Poet, historian and bureaucrat, Lord Thomas Macaulay served in India from 1834 to 1838 and within these four short years succeeded in changing forever the cultural landscape of the sub-continent. His proposal to induct English instead of Arabic or Sanskrit as the medium of instruction in schools was laid out in the (in)famous 'Minute on Indian Education' “We must at present do our best to form a class who may be interpreters between us and the millions whom we govern; a class of persons, Indian in blood and colour, but English in taste, in opinions, in morals, and in intellect.”
Macaulay got his wish and for several decades the Queen's English, with its clipped Oxford (or was it Cambridge) diction, ruled benevolently over the subcontinent. People gloried in their grasp of grammar and sense of syntax; enunciation was a source of pride, spelling a matter of honour. But gradually, almost imperceptibly, the sovereign became the subject while the natives were busy turning themselves English, which itself was turning native.
Just as we had thrown off the shackles of British rule, we now thumbed our nose at the rules of their language. We celebrated the freedom to open the fan and close the light; to look for timepass instead of ways to pass the time, to wear half-pants instead of shorts and jeans ki pant instead of denim jeans.
A girl could be either mod-scod — in which case you blamed her brought-up — or simple and innocent (innocence apparently being a prized attribute for a female). In either case, if she was unlucky enough to have a wheatish complexion she had no hopes of landing a foreign-return and would have to settle for a cousin-brother who might think she is tight!
It wasn't just a case of 'bad' or Pidgin English — rather, it was an evolution; a sort of Pakistanisation of the language that was more in tune with our mood, culture and fondness for shorthand and abbreviations. People handed in their resign instead of resignation, cheques carried their sign instead of signature and, instead of an envelope, all of these were enclosed in a cover. And things were just as bad (or worse) that side of the border.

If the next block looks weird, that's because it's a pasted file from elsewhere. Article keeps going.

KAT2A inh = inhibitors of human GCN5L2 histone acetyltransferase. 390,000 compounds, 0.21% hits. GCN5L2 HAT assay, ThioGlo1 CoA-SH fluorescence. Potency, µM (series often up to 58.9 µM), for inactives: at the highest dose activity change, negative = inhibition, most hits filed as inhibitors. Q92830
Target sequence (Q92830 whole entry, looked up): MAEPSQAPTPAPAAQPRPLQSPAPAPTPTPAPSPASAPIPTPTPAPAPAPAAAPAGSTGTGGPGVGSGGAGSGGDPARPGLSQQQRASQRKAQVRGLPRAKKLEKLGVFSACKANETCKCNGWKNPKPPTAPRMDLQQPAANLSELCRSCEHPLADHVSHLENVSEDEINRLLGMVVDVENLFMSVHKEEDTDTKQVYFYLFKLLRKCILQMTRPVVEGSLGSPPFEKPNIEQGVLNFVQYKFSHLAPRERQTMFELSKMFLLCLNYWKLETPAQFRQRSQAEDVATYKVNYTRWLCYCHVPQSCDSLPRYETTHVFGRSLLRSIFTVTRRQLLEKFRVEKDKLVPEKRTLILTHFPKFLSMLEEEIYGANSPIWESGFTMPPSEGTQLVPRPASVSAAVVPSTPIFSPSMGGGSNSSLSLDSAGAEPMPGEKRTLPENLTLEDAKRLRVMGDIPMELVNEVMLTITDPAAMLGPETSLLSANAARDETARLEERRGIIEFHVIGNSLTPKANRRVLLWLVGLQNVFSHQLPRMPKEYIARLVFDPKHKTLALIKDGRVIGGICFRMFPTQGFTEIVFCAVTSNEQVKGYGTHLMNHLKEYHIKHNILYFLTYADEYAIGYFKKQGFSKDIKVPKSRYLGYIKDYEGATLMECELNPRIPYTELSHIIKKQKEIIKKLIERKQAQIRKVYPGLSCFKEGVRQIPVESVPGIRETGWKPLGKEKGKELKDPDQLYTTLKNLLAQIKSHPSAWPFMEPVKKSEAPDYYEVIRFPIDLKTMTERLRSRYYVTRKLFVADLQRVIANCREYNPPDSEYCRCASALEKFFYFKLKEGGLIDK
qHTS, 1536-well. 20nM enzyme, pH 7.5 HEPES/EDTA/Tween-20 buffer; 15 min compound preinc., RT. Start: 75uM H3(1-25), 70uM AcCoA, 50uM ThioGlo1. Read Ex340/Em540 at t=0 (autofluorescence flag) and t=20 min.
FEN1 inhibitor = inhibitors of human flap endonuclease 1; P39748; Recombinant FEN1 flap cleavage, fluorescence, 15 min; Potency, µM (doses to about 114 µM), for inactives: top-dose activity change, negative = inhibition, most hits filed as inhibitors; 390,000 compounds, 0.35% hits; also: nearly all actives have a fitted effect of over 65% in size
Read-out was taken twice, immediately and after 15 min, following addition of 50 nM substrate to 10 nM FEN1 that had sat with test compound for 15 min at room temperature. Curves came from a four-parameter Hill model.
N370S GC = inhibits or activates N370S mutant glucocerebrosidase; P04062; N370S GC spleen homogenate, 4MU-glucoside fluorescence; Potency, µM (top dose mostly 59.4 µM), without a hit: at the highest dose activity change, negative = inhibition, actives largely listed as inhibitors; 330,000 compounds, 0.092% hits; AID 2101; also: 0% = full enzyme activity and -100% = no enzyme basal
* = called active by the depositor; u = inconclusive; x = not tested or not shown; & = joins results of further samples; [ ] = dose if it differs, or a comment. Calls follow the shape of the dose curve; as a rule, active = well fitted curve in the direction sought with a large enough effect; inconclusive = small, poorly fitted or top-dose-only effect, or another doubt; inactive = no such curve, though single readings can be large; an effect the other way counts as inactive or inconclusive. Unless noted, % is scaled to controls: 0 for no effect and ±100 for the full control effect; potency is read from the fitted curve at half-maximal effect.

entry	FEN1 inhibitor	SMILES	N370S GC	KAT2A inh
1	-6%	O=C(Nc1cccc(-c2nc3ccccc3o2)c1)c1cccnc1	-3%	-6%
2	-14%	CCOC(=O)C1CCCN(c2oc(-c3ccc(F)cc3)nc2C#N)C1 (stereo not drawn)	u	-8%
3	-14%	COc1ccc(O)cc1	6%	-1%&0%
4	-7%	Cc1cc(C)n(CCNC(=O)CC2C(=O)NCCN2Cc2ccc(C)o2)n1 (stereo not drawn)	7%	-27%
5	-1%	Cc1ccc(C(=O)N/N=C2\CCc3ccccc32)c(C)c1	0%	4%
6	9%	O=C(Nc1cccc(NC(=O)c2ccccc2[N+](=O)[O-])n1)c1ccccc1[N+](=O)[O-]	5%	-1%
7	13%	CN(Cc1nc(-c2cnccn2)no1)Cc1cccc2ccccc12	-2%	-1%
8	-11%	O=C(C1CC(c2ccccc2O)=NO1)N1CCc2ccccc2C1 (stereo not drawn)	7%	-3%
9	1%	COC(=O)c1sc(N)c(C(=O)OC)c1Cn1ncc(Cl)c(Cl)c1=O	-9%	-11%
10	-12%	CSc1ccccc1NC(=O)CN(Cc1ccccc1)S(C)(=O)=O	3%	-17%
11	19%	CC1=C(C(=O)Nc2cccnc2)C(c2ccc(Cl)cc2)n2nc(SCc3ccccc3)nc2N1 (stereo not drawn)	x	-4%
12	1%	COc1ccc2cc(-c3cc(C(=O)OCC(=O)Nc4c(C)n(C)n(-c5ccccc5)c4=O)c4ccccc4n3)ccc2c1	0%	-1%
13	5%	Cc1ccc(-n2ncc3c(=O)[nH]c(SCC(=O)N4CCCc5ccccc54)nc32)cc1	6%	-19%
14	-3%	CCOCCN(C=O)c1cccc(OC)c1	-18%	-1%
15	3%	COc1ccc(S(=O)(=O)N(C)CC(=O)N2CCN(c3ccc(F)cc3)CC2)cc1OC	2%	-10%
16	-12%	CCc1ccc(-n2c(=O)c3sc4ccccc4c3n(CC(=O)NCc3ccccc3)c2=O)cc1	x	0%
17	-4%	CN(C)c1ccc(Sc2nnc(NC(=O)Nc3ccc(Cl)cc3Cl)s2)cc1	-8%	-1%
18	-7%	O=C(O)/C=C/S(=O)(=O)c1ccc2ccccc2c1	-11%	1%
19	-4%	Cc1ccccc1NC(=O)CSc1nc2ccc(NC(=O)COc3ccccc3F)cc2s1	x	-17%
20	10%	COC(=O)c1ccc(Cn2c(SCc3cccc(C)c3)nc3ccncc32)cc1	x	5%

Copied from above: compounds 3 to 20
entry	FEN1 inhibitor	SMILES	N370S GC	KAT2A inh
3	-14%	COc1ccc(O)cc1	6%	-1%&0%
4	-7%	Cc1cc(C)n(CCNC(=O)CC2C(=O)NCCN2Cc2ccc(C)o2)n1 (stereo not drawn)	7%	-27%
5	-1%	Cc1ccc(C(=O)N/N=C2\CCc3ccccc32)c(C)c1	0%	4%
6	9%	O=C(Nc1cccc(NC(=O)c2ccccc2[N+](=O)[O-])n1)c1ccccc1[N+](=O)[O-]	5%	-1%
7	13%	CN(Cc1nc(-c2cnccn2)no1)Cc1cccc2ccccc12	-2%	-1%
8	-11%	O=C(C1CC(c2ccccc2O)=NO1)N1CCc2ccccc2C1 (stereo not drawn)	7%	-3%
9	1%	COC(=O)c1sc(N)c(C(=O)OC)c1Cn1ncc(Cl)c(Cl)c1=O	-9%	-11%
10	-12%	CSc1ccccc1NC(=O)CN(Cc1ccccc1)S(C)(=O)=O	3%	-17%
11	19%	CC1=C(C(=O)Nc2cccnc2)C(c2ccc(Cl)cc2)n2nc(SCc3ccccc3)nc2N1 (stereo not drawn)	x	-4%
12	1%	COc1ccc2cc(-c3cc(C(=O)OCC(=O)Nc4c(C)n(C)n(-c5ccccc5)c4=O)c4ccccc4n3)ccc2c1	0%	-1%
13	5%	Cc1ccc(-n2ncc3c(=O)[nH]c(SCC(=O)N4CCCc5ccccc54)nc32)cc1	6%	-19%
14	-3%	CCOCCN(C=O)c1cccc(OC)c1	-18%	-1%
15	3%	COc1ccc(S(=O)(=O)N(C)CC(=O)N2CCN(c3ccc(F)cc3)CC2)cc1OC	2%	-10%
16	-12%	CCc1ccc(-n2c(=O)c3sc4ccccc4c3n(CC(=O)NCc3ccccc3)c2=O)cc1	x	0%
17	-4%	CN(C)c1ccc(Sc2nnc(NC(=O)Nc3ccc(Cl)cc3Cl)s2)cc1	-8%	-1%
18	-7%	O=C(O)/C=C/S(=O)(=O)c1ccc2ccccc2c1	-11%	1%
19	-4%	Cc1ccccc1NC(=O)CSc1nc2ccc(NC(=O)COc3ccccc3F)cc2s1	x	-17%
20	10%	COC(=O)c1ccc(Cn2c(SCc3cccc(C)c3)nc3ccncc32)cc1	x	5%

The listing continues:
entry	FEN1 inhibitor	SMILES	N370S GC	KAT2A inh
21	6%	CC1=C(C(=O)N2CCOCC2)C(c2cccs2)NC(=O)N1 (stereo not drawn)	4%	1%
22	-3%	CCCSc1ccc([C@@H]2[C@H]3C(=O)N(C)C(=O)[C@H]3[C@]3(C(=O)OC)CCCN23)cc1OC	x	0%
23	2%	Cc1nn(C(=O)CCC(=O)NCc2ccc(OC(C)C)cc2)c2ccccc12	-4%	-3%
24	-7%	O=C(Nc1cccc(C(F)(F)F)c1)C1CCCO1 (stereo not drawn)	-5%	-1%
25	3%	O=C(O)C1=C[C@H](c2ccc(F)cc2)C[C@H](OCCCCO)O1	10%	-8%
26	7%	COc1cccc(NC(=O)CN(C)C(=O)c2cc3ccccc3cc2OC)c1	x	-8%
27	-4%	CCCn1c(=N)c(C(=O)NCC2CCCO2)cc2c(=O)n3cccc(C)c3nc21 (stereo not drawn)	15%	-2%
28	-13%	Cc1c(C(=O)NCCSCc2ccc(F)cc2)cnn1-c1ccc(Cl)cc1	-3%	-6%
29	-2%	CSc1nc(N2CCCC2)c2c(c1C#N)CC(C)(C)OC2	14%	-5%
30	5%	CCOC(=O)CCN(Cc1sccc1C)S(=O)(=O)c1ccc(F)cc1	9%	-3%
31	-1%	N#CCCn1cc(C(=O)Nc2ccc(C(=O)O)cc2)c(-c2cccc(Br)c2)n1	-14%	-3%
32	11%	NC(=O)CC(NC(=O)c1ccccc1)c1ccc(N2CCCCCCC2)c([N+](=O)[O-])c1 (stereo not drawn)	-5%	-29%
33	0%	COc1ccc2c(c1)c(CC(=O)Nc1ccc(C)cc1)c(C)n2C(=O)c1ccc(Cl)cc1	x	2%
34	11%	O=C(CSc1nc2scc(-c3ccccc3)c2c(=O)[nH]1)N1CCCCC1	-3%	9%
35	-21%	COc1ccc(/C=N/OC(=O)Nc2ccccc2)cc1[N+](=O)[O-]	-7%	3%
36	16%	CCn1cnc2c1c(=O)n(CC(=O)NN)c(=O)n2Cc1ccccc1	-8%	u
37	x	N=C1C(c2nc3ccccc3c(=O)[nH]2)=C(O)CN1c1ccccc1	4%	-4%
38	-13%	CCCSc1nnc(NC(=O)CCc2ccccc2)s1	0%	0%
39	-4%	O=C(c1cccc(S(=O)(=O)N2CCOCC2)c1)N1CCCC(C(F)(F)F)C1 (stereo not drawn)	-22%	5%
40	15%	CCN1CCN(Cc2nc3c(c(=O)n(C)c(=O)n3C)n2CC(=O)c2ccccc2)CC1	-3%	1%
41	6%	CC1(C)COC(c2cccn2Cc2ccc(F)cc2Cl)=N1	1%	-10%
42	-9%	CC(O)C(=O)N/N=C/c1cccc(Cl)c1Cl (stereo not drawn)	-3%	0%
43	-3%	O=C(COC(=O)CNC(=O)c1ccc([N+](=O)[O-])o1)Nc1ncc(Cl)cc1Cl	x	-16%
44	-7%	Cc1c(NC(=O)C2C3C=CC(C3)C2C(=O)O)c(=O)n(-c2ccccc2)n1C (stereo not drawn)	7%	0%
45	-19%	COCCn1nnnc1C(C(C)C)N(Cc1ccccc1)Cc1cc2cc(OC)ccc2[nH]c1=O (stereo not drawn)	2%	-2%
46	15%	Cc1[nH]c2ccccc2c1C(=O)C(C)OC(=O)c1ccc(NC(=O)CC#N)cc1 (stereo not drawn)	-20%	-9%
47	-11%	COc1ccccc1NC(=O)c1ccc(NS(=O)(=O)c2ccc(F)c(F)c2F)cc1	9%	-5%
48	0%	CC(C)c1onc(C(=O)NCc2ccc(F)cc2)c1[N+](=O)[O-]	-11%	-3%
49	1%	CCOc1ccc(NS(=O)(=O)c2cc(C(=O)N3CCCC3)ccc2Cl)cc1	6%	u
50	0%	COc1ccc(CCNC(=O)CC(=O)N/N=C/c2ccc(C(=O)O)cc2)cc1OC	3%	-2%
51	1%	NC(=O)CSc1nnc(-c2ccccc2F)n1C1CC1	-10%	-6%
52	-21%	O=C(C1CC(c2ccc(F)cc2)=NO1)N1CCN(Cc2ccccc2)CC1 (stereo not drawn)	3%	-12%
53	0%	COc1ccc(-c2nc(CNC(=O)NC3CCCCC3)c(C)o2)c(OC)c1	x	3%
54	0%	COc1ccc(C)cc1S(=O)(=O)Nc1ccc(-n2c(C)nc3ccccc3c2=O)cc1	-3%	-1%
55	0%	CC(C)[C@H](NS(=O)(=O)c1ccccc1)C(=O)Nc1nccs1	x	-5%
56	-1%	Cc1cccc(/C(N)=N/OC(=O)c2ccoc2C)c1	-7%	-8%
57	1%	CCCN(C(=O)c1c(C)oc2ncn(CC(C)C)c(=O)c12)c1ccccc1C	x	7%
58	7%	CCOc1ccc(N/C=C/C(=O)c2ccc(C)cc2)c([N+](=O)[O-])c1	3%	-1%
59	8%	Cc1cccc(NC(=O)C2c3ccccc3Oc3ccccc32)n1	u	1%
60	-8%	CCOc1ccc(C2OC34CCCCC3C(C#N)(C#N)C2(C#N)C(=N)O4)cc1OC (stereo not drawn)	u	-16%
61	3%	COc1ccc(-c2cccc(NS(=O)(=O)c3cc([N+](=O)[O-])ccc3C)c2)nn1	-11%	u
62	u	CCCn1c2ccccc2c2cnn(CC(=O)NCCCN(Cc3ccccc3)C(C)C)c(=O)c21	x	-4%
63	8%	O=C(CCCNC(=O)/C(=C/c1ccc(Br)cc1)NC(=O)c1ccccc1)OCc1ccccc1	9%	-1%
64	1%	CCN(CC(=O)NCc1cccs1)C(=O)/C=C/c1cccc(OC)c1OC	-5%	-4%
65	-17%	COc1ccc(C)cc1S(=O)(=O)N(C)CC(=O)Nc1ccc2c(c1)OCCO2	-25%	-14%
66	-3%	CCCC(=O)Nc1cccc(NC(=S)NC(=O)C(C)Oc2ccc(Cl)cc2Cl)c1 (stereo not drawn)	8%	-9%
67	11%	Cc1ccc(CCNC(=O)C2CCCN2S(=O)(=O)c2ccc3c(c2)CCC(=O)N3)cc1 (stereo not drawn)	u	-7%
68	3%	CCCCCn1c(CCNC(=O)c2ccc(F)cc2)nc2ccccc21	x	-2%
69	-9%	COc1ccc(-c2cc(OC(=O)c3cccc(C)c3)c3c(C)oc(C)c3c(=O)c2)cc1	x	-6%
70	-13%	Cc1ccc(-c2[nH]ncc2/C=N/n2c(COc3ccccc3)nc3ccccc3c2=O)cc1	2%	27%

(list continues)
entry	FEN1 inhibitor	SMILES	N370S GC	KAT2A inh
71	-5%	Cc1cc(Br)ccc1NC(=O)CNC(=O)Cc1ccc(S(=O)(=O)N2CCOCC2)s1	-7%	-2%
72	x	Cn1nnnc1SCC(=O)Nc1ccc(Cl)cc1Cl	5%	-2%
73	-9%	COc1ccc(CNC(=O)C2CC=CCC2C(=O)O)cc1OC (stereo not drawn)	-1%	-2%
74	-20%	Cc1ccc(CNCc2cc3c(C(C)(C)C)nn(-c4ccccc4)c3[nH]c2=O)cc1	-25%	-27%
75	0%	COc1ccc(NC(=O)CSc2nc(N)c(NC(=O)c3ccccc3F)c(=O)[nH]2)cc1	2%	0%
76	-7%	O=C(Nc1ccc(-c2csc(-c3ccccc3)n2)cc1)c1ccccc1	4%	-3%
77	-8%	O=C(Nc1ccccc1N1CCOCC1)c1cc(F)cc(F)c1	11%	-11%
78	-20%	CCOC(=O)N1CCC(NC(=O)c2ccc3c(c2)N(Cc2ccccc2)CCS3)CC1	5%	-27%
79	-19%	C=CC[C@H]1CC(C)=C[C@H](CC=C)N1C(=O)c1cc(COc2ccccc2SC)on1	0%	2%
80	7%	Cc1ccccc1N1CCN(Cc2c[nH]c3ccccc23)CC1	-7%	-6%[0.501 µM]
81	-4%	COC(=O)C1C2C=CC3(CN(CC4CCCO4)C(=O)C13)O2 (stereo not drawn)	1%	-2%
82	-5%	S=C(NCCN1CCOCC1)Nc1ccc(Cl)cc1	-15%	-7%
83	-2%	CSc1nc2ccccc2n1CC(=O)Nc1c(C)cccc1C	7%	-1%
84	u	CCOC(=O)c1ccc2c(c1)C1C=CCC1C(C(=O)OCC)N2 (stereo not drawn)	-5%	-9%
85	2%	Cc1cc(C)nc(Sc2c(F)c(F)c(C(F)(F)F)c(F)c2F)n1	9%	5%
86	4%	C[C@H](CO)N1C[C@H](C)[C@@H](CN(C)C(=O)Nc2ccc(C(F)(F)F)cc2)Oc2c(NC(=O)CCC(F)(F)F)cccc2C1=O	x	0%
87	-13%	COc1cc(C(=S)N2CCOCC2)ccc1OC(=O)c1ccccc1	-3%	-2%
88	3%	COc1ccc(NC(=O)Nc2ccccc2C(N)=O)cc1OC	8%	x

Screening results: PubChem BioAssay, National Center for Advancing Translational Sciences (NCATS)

While we were still trying our best to keep English out of Urdu and vice versa, Indians were gleefully mixing it all up in a bag labelled Hinglish — a variant of the language that, thanks to Bollywood and the large immigrant population, has gained currency in UK itself. In fact the word Hinglish, along with several of its gems such as bindaas, got the official stamp of approval when it was included in that definitive bible of British English, the Oxford English Dictionary. No wonder then, that Indians were happy to celebrate their unique take on the language, but what about us?
For the longest time we refused to acknowledge any such thing as Paklish (or, God forbid, Pinglish); it was all just bad English. We were the people who refused to chopperise onions or ask people their good name; the people who drew a line between 'us' and 'them' based on the English one spoke. But one day at the supermarket, when I heard myself asking for an extra 'shopper', I realised that the line was getting more and more blurred each day; and given the historical context, this wasn't entirely unexpected.
After all the notion of 'pure' English is rather ludicrous when you consider that it has absorbed words from over five-hundred other languages. As James Nicoll, editor and blogger, puts it, “The problem with defending the purity of the English language is that English is about as pure as a cribhouse whore. We don't just borrow words; on occasion, English has pursued other languages down alleyways to beat them unconscious and rifle their pockets for new vocabulary.” And we all know exactly which pocket many of those words — bungalow, pyjamas, shampoo, jungle — came from. So today, if an Indian chauffer claims drivery as his profession, or a Pakistani student studies English Normal in class, one can consider it the repayment of a loan, long overdue.
In an article in the Christian Science Monitor, Sushobhan Mukherjee, strategic planning director for Publicis India, sums it up as, “My grandfather's generation grew up thinking, 'If I can't speak English correctly, I won't speak it; now, power has shifted to the young, and they want to be understood rather than be correct.”
At the end of the day, that's what language is all about understanding and being understood — everything else is mere semantics. So while I still insist on sticking to 'my English' I'm willing to concede that it doesn't have to be the same as yours. Take that Thomas Macaulay.